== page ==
Life & Debt includes a segment on the banana industry wherein Jamaica has been granted preferential treatment from the British through the Lome Convention, providing a tax-free import quota for 105,000 tons/fruit per year to England. Through a case the U.S. brought to the WTO, the U.S. government is demanding the Lome Convention quota removed, (although the U.S. does not grow bananas on its own soil) forcing Jamaica to compete with exporters from Central America and South America. Specifically Chiquita and Dole, which are U.S. companies who produce bananas on a large scale. Central America is characterized by cheaper labor, a different soil type, high rainfall and a climate suited to large-scale banana production and thus more efficient. In 1993, a strike at Chiquita Farms in Colombia wherein 25,000 workers protesting for better wages was settled by firing shots at the striking workers and killing 40 people and the banana ships rolled insuring Chiquita's high rate of "efficiency." Jamaica's entire banana production could be produced by one farm in Central America. Banana's bring in 23 million US to Jamaica, comprising 8% of all exports. Yet, in the Windward Islands, bananas account for 50% of total exports. In St. Lucia, St.Vincent, bananas also comprise significant % of total exports, so quota loss will impact the entire Caribbean. At present the European Union has granted $600 million to help Jamaica become more efficient in their banana production so that they may attempt to compete on the "free market" in year 2000. The quota that is being so forcefully contested by US multinationals is under 5% of all global banana production. It is unlikely that the banana industry here could match the price of bananas from Central America. Already the number of small banana growers on the island have shrunk from 45,000 to 3,000.

Wednesday, November 4, 2009

Ecotourism: Green Problem or Green Solution?

Good article on the Nature Conservancy blog today on the paradoxical issue of ecotourism. Is it good for nature and wildlife, or is it just serving to feed the desires of tourists who leave a large ecological footprint? I think Matt Miller presents both sides clearly:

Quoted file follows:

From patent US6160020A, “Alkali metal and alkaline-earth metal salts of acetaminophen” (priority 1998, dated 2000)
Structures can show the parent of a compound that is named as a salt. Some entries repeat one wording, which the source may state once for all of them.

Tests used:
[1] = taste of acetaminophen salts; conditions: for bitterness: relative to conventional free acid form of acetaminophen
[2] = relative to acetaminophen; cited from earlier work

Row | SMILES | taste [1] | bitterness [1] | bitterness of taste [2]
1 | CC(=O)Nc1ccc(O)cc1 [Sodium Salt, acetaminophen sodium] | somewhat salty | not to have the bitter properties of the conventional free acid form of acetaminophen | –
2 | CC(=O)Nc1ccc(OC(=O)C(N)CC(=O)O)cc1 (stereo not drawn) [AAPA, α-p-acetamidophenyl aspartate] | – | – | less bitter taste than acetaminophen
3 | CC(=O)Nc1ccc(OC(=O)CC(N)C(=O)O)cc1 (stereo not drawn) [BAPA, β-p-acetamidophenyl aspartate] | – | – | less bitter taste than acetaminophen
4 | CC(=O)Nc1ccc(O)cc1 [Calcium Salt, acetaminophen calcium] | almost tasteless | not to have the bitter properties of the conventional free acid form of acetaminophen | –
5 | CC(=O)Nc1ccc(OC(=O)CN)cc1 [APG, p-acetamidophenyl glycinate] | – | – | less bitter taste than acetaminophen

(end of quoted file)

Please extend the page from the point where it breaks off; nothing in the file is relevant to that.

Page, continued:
Ecotourism is often presented as the savior for wildlife and wild places — providing local communities with financial incentives to preserve nature while also reducing poaching and development pressure.

But, lately, others question whether rich Westerners jetting around the world really help much at all: They disturb animals, create demands for new development and only employ local people in low paying jobs.

Some conservationists even consider tourism to be a significant threat to natural areas.

Which view is correct? Is ecotourism a problem, or a solution?

My biases up front: I’d rather travel for the purpose of seeing wildlife and enjoying various outdoor activities than just about anything. My wife has remarked it’s my drug of choice.

That aside, I still think the issue of ecotourism defies easy answers. Problem or solution?

It depends.

Certainly, the ecological havoc wreaked by tourists in places like the Galapagos is well documented. A fragile ecosystem, animals unafraid of humans and an increasing number of cruise ships has been a recipe for disaster.

One doesn’t have to look hard to see tourists behaving badly in nature.

People harass and feed wild bison, leave trash strewn across the Himalayas, demand resorts in places they shouldn’t be — the list is long.

And then there’s the whole carbon footprint issue. We all know that flying has tremendous impacts, so can we really justify flying off to some far-off corner of the world to see animals or scenery?

These are important concerns. Without a doubt, ecotourism can be a threat. But is it always?

After all, would there even be a Galapagos left as we know it if it wasn’t for tourism? Really?

Consider other island ecosystems and how difficult it is to conserve native island wildlife. If it wasn’t for those tour boats, the Galapagos would likely be a highly developed, rat-infested island devoid of wildlife.

Yellowstone may at times be crowded with tourists behaving badly, but would there still be herds of bison and packs of wolves and grizzly bears without those tourists?

The Serengeti faces issues, to be sure, but I don’t think it’s a coincidence that the wildebeest population there continues to migrate, during a period of time when so many other large mammal migrations have disappeared.

Private ranches in places like Brazil’s Pantanal and Namibia still have large populations of wildlife, in part because many ranchers here now attract tourists. It seems naïve to expect that they will keep conserving wildlife if visitors quit showing up.

Ecotourism, ultimately, is a complicated issue. And in that way, it’s not so different from most other conservation issues.

Some conservationists have the tendency to declare activities as simply “good” or “bad” — whether it’s ecotourism, ranching, timber harvest, invasive species, hunting, fire, or agriculture. All have their proponents and detractors.

However, we should make decisions based on the reality of our world, not on utopian fantasies where humans no longer have any impacts on nature.

We can work to make sure that ecotourism is done in appropriate ways that benefit wildlife and local communities.

And as the saying goes, conservationists can’t “let the perfect be the enemy of the good.”

Ecotourism isn’t perfect.

In many cases, though, it’s the best solution we have.

See link to article:
Ecotourism: Green Problem or Green Solution?

Related Post:
The Paradox of Whale Watching